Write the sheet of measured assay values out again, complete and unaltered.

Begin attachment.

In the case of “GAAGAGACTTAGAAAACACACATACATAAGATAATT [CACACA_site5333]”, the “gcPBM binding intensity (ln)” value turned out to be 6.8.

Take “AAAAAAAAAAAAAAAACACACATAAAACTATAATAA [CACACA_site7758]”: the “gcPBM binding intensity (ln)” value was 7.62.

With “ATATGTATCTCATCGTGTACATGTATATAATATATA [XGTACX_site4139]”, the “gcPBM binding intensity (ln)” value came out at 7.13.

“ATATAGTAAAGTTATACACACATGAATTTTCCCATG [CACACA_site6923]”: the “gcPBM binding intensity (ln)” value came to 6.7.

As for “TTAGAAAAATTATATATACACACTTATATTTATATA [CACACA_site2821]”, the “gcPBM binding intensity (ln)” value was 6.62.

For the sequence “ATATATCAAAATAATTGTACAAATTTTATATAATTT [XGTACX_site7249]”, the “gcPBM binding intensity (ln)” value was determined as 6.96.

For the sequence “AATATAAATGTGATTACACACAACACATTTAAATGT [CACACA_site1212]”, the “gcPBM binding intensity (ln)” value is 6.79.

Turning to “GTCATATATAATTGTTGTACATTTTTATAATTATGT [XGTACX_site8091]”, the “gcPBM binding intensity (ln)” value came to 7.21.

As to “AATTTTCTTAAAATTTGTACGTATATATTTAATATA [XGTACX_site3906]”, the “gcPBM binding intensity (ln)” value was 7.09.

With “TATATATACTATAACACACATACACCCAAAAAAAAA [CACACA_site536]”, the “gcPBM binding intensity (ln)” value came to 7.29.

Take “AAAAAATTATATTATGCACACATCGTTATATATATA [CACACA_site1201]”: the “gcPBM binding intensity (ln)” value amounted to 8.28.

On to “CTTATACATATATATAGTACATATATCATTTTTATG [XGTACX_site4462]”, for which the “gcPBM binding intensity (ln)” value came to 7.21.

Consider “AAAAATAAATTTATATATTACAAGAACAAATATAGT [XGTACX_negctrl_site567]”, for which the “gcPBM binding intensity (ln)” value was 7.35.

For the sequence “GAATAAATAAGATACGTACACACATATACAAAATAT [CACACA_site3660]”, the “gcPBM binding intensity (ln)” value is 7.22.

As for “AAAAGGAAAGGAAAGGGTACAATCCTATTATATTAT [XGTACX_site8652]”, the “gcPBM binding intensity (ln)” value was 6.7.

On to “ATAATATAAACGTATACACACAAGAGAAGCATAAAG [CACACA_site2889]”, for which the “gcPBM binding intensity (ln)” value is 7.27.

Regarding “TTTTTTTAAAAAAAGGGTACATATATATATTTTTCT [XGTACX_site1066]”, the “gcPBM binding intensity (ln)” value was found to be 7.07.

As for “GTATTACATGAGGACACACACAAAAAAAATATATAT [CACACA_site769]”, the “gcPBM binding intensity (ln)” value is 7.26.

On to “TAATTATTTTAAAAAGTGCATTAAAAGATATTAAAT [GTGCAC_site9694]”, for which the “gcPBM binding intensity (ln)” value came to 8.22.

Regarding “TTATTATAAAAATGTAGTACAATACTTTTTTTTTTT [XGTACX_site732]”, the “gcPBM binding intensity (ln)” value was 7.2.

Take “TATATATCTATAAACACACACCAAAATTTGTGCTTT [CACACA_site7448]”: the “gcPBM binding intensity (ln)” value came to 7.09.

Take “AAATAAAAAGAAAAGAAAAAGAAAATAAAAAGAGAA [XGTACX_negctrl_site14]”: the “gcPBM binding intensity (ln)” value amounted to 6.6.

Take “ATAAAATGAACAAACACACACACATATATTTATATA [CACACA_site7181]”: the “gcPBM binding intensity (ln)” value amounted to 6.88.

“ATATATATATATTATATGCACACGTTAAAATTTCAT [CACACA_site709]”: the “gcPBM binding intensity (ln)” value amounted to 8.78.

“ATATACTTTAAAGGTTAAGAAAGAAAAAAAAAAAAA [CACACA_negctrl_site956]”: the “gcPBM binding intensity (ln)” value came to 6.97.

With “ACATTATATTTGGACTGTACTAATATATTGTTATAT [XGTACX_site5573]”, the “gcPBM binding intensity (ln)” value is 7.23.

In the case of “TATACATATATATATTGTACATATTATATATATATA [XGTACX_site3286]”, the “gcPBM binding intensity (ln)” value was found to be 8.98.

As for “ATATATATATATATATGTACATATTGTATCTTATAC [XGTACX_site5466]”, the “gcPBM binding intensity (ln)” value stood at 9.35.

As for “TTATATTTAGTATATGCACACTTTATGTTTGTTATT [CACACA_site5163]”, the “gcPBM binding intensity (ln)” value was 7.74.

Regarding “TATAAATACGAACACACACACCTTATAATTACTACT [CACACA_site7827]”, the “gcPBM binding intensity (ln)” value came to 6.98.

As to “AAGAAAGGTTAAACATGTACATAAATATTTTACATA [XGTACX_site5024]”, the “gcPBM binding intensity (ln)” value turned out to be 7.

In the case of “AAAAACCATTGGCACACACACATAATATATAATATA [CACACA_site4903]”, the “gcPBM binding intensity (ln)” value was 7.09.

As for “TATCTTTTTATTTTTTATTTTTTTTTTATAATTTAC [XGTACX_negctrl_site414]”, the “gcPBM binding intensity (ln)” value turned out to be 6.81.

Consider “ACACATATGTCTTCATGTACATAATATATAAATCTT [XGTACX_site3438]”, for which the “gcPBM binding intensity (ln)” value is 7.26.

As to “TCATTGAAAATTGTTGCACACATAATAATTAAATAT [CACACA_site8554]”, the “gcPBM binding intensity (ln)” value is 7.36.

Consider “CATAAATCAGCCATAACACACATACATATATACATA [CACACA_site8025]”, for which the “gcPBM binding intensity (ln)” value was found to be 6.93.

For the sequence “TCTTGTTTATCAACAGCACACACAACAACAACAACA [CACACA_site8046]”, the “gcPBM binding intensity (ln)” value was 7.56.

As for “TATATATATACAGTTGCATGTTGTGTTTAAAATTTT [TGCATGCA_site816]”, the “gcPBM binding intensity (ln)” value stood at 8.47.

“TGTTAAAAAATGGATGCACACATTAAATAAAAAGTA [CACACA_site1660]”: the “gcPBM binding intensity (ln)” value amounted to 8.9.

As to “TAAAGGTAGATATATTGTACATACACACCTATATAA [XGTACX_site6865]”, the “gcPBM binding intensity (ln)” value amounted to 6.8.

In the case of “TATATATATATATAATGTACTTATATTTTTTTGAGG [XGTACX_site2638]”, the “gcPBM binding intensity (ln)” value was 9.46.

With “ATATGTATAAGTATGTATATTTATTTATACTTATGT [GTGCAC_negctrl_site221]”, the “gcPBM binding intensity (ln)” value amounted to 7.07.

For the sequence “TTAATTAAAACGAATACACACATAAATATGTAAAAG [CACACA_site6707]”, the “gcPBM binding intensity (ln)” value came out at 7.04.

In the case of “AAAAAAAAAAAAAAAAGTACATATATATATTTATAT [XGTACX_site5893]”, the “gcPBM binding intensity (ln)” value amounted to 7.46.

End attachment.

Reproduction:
In the case of “GAAGAGACTTAGAAAACACACATACATAAGATAATT [CACACA_site5333]”, the “gcPBM binding intensity (ln)” value turned out to be 6.8.

Take “AAAAAAAAAAAAAAAACACACATAAAACTATAATAA [CACACA_site7758]”: the “gcPBM binding intensity (ln)” value was 7.62.

With “ATATGTATCTCATCGTGTACATGTATATAATATATA [XGTACX_site4139]”, the “gcPBM binding intensity (ln)” value came out at 7.13.

“ATATAGTAAAGTTATACACACATGAATTTTCCCATG [CACACA_site6923]”: the “gcPBM binding intensity (ln)” value came to 6.7.

As for “TTAGAAAAATTATATATACACACTTATATTTATATA [CACACA_site2821]”, the “gcPBM binding intensity (ln)” value was 6.62.

For the sequence “ATATATCAAAATAATTGTACAAATTTTATATAATTT [XGTACX_site7249]”, the “gcPBM binding intensity (ln)” value was determined as 6.96.

For the sequence “AATATAAATGTGATTACACACAACACATTTAAATGT [CACACA_site1212]”, the “gcPBM binding intensity (ln)” value is 6.79.

Turning to “GTCATATATAATTGTTGTACATTTTTATAATTATGT [XGTACX_site8091]”, the “gcPBM binding intensity (ln)” value came to 7.21.

As to “AATTTTCTTAAAATTTGTACGTATATATTTAATATA [XGTACX_site3906]”, the “gcPBM binding intensity (ln)” value was 7.09.

With “TATATATACTATAACACACATACACCCAAAAAAAAA [CACACA_site536]”, the “gcPBM binding intensity (ln)” value came to 7.29.

Take “AAAAAATTATATTATGCACACATCGTTATATATATA [CACACA_site1201]”: the “gcPBM binding intensity (ln)” value amounted to 8.28.

On to “CTTATACATATATATAGTACATATATCATTTTTATG [XGTACX_site4462]”, for which the “gcPBM binding intensity (ln)” value came to 7.21.

Consider “AAAAATAAATTTATATATTACAAGAACAAATATAGT [XGTACX_negctrl_site567]”, for which the “gcPBM binding intensity (ln)” value was 7.35.

For the sequence “GAATAAATAAGATACGTACACACATATACAAAATAT [CACACA_site3660]”, the “gcPBM binding intensity (ln)” value is 7.22.

As for “AAAAGGAAAGGAAAGGGTACAATCCTATTATATTAT [XGTACX_site8652]”, the “gcPBM binding intensity (ln)” value was 6.7.

On to “ATAATATAAACGTATACACACAAGAGAAGCATAAAG [CACACA_site2889]”, for which the “gcPBM binding intensity (ln)” value is 7.27.

Regarding “TTTTTTTAAAAAAAGGGTACATATATATATTTTTCT [XGTACX_site1066]”, the “gcPBM binding intensity (ln)” value was found to be 7.07.

As for “GTATTACATGAGGACACACACAAAAAAAATATATAT [CACACA_site769]”, the “gcPBM binding intensity (ln)” value is 7.26.

On to “TAATTATTTTAAAAAGTGCATTAAAAGATATTAAAT [GTGCAC_site9694]”, for which the “gcPBM binding intensity (ln)” value came to 8.22.

Regarding “TTATTATAAAAATGTAGTACAATACTTTTTTTTTTT [XGTACX_site732]”, the “gcPBM binding intensity (ln)” value was 7.2.

Take “TATATATCTATAAACACACACCAAAATTTGTGCTTT [CACACA_site7448]”: the “gcPBM binding intensity (ln)” value came to 7.09.

Take “AAATAAAAAGAAAAGAAAAAGAAAATAAAAAGAGAA [XGTACX_negctrl_site14]”: the “gcPBM binding intensity (ln)” value amounted to 6.6.

Take “ATAAAATGAACAAACACACACACATATATTTATATA [CACACA_site7181]”: the “gcPBM binding intensity (ln)” value amounted to 6.88.

“ATATATATATATTATATGCACACGTTAAAATTTCAT [CACACA_site709]”: the “gcPBM binding intensity (ln)” value amounted to 8.78.

“ATATACTTTAAAGGTTAAGAAAGAAAAAAAAAAAAA [CACACA_negctrl_site956]”: the “gcPBM binding intensity (ln)” value came to 6.97.

With “ACATTATATTTGGACTGTACTAATATATTGTTATAT [XGTACX_site5573]”, the “gcPBM binding intensity (ln)” value is 7.23.

In the case of “TATACATATATATATTGTACATATTATATATATATA [XGTACX_site3286]”, the “gcPBM binding intensity (ln)” value was found to be 8.98.

As for “ATATATATATATATATGTACATATTGTATCTTATAC [XGTACX_site5466]”, the “gcPBM binding intensity (ln)” value stood at 9.35.

As for “TTATATTTAGTATATGCACACTTTATGTTTGTTATT [CACACA_site5163]”, the “gcPBM binding intensity (ln)” value was 7.74.

Regarding “TATAAATACGAACACACACACCTTATAATTACTACT [CACACA_site7827]”, the “gcPBM binding intensity (ln)” value came to 6.98.

As to “AAGAAAGGTTAAACATGTACATAAATATTTTACATA [XGTACX_site5024]”, the “gcPBM binding intensity (ln)” value turned out to be 7.

In the case of “AAAAACCATTGGCACACACACATAATATATAATATA [CACACA_site4903]”, the “gcPBM binding intensity (ln)” value was 7.09.

As for “TATCTTTTTATTTTTTATTTTTTTTTTATAATTTAC [XGTACX_negctrl_site414]”, the “gcPBM binding intensity (ln)” value turned out to be 6.81.

Consider “ACACATATGTCTTCATGTACATAATATATAAATCTT [XGTACX_site3438]”, for which the “gcPBM binding intensity (ln)” value is 7.26.

As to “TCATTGAAAATTGTTGCACACATAATAATTAAATAT [CACACA_site8554]”, the “gcPBM binding intensity (ln)” value is 7.36.

Consider “CATAAATCAGCCATAACACACATACATATATACATA [CACACA_site8025]”, for which the “gcPBM binding intensity (ln)” value was found to be 6.93.

For the sequence “TCTTGTTTATCAACAGCACACACAACAACAACAACA [CACACA_site8046]”, the “gcPBM binding intensity (ln)” value was 7.56.

As for “TATATATATACAGTTGCATGTTGTGTTTAAAATTTT [TGCATGCA_site816]”, the “gcPBM binding intensity (ln)” value stood at 8.47.

“TGTTAAAAAATGGATGCACACATTAAATAAAAAGTA [CACACA_site1660]”: the “gcPBM binding intensity (ln)” value amounted to 8.9.

As to “TAAAGGTAGATATATTGTACATACACACCTATATAA [XGTACX_site6865]”, the “gcPBM binding intensity (ln)” value amounted to 6.8.

In the case of “TATATATATATATAATGTACTTATATTTTTTTGAGG [XGTACX_site2638]”, the “gcPBM binding intensity (ln)” value was 9.46.

With “ATATGTATAAGTATGTATATTTATTTATACTTATGT [GTGCAC_negctrl_site221]”, the “gcPBM binding intensity (ln)” value amounted to 7.07.

For the sequence “TTAATTAAAACGAATACACACATAAATATGTAAAAG [CACACA_site6707]”, the “gcPBM binding intensity (ln)” value came out at 7.04.

In the case of “AAAAAAAAAAAAAAAAGTACATATATATATTTATAT [XGTACX_site5893]”, the “gcPBM binding intensity (ln)” value amounted to 7.46.